It sounds like you have read the IPUMS NHIS user note on the 1992 Hispanic Oversample. The recommendation is to adjust PERWEIGHT92 for linking ineligibility as outlined in Appendix III of this NCHS technical documentation (which uses a SUDAAN procedure called PROC WTADJUST). While the process is using SUDAAN, the comments in the code do provide some guidance; I am also sharing another paper explicitly about adjusting sample weights for linkage eligibility (also using SUDAAN) that closely relates to Appendix III but goes into more detail. Unfortunately, my initial google searches haven’t turned up an R equivalent of the WTADJUST procedure outlined in these papers (this forum post has some general guidance on using weights in R, but no corollary to PROC WTADJUST). I am not an R user and don’t have experience adjusting weights based on linkage eligibility, but based on my understanding of the technical documentation a simple subset command would only reconfigure the standard errors and not adjust the weights as is recommended by the NCHS. I am sure you were hoping for a more definitive answer!
Thanks so much for the help! Regarding the first issue, I’ll use mortwt for 1986-1996 and mortwtsa for 1997-2014. Regarding the second issue, I’ll investigate further, although cursory googling hasn’t turned up much for me either. Perhaps a workaround would be to estimate inverse probability of selection weights (IPSW) myself, with a dependent variable of whether the respondent was included in the sample (vs excluded because they were in Hispanic oversample) and predictors of sociodemographic characteristics? I could then multiply together the survey weights and the IPSW and incorporate the combined weights into my analysis.
It is beyond the scope of the IPUMS User Support team to provide analytical advice, but you may be interested in contacting the NCHS Data Linkage team with this question as it relates to the linked mortality files.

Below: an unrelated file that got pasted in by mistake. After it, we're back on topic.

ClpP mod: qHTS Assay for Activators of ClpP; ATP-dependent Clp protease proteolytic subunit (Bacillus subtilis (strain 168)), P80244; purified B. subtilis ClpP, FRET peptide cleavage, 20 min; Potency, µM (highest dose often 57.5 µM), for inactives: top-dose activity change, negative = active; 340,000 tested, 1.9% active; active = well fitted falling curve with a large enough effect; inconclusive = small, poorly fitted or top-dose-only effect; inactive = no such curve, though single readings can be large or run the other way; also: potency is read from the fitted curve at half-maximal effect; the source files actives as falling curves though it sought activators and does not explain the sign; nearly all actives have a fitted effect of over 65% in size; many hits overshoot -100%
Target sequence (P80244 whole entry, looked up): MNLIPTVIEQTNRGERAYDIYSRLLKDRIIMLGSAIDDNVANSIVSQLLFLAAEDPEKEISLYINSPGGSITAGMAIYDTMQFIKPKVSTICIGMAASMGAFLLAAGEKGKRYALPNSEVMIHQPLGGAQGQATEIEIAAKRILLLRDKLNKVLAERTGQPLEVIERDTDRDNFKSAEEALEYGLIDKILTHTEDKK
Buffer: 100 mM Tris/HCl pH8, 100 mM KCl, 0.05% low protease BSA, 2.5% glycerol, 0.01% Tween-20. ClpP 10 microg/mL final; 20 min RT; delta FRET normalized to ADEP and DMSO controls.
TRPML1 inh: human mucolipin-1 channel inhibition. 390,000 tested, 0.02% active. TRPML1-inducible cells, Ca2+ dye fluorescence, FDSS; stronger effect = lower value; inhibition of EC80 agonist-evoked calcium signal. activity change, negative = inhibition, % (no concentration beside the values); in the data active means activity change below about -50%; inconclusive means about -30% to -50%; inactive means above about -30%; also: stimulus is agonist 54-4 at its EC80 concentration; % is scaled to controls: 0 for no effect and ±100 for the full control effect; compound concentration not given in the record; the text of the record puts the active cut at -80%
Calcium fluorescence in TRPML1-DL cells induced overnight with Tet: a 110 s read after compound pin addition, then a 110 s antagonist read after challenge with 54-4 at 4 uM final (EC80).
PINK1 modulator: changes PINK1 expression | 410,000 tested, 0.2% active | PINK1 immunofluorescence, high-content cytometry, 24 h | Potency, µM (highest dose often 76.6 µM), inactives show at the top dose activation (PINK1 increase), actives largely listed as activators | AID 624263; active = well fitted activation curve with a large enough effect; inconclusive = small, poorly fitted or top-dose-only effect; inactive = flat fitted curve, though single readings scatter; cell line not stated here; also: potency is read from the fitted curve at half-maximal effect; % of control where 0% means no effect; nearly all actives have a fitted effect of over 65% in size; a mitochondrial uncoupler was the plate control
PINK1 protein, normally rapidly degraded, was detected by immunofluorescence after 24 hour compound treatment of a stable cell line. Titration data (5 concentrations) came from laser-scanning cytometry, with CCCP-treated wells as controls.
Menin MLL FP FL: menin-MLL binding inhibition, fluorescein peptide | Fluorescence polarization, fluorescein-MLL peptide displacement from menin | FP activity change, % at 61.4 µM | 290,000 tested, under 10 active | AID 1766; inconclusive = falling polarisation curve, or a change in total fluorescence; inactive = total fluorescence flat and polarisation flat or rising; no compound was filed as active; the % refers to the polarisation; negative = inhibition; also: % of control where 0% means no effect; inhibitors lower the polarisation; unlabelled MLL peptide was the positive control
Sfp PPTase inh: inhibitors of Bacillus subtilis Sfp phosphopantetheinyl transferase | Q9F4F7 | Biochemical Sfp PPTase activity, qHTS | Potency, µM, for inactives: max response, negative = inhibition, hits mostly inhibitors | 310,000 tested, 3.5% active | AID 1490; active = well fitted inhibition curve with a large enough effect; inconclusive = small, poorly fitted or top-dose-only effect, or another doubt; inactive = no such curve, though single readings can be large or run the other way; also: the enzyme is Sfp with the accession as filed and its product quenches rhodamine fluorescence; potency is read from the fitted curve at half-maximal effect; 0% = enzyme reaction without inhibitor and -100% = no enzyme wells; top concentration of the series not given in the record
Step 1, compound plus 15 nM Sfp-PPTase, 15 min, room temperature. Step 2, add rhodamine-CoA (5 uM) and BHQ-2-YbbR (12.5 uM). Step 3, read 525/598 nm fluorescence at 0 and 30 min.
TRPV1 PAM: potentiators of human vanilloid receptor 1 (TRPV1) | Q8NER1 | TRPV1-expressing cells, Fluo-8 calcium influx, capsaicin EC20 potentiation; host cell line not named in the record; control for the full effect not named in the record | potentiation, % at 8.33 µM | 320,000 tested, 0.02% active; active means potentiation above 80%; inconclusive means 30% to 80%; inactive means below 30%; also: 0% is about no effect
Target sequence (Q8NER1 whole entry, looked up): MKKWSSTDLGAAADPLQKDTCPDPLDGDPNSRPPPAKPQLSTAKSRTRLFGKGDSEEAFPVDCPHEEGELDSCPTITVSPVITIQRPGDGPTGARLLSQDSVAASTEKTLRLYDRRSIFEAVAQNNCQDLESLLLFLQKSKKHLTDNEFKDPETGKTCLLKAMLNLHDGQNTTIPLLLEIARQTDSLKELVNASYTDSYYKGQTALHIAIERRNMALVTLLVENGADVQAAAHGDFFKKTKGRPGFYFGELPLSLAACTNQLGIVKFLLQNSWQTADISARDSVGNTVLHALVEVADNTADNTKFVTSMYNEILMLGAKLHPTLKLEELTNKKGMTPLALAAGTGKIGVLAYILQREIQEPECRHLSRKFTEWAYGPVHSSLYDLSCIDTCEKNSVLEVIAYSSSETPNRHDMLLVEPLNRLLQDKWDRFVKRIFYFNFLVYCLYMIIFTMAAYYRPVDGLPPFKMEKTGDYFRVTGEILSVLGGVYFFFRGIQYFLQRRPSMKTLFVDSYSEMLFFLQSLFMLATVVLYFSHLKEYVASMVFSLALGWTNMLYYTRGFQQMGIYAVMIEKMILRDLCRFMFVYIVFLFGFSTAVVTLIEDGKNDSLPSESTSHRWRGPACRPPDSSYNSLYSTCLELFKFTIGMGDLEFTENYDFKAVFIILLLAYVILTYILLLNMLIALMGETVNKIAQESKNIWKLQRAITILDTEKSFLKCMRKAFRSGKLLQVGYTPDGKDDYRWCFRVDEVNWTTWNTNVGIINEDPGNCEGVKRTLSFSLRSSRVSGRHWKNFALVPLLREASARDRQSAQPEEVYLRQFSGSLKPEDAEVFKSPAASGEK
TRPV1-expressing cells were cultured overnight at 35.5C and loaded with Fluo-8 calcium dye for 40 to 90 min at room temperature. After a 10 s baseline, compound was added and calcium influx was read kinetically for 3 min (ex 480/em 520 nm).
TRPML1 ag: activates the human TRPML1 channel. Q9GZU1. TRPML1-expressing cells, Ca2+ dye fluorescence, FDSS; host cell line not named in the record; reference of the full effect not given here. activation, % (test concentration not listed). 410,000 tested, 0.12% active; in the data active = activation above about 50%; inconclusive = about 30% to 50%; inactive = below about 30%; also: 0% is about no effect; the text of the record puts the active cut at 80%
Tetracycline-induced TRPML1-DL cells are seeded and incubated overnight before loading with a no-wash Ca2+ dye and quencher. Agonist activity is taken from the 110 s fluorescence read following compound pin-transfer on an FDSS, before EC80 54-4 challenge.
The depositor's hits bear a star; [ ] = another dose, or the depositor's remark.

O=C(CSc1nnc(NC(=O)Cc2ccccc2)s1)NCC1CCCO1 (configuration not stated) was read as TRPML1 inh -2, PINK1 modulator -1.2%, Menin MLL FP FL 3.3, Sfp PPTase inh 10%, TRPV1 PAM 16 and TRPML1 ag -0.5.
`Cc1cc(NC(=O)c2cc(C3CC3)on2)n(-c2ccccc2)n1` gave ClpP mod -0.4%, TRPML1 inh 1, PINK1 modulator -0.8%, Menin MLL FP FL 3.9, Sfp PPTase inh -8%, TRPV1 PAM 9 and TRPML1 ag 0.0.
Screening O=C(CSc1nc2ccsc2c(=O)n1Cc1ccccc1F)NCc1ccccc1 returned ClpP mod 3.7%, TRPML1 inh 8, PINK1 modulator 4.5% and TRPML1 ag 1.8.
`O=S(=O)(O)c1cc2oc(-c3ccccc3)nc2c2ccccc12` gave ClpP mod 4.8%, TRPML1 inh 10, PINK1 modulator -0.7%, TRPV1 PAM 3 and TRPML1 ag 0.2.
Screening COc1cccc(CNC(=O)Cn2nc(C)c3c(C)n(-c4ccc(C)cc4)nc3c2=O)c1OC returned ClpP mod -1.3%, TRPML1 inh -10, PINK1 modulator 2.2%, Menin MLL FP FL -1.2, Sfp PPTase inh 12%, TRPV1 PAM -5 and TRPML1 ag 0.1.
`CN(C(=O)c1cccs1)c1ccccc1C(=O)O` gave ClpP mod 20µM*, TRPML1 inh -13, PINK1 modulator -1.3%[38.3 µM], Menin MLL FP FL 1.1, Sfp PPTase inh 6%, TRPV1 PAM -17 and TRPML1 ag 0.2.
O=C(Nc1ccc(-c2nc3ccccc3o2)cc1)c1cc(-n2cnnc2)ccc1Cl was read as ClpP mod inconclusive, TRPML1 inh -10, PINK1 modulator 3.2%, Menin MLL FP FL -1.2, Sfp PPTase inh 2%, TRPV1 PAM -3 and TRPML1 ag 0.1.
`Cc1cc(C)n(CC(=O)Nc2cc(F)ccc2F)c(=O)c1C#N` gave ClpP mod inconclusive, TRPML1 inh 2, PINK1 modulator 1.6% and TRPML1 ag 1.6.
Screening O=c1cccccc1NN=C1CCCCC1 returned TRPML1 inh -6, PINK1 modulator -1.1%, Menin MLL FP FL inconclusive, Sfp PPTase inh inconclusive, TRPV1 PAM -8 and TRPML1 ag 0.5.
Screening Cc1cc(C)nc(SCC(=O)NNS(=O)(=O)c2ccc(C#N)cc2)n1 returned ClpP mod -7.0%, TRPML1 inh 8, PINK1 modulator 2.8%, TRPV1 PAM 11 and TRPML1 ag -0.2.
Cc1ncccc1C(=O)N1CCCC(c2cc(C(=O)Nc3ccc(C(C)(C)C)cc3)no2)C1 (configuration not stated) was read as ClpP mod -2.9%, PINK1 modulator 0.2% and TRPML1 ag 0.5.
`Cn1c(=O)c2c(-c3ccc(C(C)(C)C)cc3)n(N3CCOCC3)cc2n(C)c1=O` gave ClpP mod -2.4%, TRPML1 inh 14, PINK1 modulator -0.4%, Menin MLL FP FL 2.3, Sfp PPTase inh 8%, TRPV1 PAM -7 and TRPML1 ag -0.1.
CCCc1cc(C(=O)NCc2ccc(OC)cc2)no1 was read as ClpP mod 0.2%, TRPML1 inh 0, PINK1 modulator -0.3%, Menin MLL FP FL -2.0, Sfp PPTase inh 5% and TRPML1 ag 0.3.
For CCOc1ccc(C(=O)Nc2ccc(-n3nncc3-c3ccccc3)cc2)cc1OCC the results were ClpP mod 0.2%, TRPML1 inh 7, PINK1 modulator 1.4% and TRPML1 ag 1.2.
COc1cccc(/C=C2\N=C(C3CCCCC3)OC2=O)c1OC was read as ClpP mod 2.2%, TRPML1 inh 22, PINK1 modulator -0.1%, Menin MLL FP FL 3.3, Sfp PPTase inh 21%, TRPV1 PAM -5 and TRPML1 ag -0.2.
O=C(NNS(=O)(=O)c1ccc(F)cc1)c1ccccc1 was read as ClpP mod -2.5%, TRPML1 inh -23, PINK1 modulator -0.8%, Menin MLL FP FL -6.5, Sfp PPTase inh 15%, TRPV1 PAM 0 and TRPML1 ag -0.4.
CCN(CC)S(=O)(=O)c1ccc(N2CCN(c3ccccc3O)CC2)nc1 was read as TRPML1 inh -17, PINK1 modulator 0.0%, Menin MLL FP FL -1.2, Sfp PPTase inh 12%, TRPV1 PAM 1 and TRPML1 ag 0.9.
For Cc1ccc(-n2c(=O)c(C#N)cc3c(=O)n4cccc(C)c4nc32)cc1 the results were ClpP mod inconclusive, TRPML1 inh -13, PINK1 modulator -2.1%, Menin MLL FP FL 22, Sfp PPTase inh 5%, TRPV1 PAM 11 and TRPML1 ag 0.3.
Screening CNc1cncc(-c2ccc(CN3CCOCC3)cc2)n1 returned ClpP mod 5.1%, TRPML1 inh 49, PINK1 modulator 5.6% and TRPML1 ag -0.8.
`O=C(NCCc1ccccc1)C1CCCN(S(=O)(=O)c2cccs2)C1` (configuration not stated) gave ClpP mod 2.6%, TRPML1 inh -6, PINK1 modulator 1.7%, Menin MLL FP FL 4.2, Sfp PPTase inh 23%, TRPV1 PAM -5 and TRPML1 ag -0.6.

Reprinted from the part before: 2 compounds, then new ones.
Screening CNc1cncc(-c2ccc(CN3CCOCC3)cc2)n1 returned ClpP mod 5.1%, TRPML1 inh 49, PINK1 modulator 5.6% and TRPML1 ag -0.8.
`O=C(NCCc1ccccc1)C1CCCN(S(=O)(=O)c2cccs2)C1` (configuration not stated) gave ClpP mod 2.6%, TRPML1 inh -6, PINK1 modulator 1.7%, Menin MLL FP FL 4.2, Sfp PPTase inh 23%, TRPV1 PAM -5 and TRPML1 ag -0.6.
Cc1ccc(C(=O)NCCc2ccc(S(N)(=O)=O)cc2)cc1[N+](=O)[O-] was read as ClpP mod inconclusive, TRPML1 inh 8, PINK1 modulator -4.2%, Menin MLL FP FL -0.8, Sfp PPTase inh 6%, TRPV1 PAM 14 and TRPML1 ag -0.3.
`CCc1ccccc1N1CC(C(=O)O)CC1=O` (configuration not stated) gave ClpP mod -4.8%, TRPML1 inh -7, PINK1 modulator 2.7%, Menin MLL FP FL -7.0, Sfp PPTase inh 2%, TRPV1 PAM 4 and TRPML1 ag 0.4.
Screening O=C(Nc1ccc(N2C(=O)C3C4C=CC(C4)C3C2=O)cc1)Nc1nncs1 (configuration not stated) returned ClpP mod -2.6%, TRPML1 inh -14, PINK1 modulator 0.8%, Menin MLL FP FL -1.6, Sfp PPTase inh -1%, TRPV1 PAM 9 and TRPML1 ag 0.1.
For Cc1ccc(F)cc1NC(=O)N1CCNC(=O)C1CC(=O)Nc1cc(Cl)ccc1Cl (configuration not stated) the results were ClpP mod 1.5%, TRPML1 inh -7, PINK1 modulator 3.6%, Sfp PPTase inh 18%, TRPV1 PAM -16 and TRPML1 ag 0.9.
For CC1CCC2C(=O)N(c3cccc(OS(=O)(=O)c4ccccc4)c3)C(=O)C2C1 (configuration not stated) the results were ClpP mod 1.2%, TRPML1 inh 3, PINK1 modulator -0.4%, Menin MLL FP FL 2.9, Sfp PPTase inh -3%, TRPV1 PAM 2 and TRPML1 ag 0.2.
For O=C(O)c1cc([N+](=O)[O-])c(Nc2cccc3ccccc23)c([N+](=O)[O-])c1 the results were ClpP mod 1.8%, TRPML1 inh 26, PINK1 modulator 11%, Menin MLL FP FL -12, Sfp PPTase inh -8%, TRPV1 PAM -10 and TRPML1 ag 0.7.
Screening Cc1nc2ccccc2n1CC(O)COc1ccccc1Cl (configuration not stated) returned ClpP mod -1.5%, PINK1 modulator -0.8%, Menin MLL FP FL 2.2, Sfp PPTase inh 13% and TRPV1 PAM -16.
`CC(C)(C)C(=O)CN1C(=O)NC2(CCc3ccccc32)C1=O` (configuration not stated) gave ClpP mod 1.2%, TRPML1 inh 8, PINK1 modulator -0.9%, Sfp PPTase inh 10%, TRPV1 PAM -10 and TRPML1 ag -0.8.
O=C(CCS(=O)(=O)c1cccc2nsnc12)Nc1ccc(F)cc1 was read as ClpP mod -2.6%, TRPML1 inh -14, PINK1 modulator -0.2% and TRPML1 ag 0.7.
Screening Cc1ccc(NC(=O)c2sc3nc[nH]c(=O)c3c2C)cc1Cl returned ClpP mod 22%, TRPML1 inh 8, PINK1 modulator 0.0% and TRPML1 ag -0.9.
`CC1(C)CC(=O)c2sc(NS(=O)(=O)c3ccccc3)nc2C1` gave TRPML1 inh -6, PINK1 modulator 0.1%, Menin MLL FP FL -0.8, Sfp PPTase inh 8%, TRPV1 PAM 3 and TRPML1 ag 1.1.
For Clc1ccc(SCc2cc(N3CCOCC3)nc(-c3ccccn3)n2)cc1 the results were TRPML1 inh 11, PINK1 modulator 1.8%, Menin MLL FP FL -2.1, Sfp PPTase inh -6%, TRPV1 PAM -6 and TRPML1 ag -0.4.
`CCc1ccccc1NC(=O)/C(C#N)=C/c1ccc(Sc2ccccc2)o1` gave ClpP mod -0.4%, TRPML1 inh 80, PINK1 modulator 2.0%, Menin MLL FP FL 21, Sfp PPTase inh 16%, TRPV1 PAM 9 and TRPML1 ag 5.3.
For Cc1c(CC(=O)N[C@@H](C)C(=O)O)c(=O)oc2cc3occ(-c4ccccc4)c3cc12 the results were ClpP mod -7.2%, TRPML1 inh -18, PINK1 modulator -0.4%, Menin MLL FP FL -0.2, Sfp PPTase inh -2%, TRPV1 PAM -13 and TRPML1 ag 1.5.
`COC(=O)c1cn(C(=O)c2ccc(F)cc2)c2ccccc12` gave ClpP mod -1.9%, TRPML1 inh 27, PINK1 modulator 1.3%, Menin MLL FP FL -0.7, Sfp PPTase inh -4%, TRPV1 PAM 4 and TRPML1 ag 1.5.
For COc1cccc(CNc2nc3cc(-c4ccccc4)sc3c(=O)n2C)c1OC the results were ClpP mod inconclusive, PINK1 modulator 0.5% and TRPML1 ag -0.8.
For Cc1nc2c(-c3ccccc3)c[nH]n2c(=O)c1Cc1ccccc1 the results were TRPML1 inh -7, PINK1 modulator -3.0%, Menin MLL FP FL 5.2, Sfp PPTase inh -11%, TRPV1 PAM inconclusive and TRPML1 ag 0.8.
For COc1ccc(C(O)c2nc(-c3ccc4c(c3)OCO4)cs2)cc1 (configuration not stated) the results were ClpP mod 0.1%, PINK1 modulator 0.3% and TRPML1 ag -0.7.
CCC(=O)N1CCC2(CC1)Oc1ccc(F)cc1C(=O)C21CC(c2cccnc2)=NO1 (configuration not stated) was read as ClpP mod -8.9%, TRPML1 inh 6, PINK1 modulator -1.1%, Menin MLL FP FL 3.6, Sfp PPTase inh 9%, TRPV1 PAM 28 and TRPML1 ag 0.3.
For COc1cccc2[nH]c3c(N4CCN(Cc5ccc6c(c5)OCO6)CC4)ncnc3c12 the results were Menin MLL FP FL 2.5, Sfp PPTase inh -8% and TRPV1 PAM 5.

Thanks for your answers about the use of weight. According to description in IPUMS, MORTWTSA is a mortality weight designed for use with sample adult variables and is available for the NHIS years 1997-2014. However, I have another question. If I want to pool 1997-2004 NHIS (for all adults ages 18+) linked mortality files through December 31, 2006 (using MORTUCOD), which weight variables (MORTWTSA, MORTWT or SAMPWEIGHT) should be used in analysis?
This is a good question.
As you allude to, MORTUCOD is from an earlier release of the NHIS-LMF data that only includes decedents from the National Death Index (NDI) through December 31, 2006 (and persons in the 1986-2004 NHIS). The currently available mortality weighting variables are for a version of the linked files that cover the 1986-2014 NHIS data linked to the NDI through December 31, 2015. As you can imagine, there are many more people in the more recent sample; accordingly, the weights are not appropriate for use with MORTUCOD as this is a smaller subsample. The IPUMS NHIS team is planning to release all previous versions of these variables to facilitate reproducibility (and address situations like the one you describe for differences in variable availability); I don’t have a specific timeline for this work, but think it could be available as early as this summer.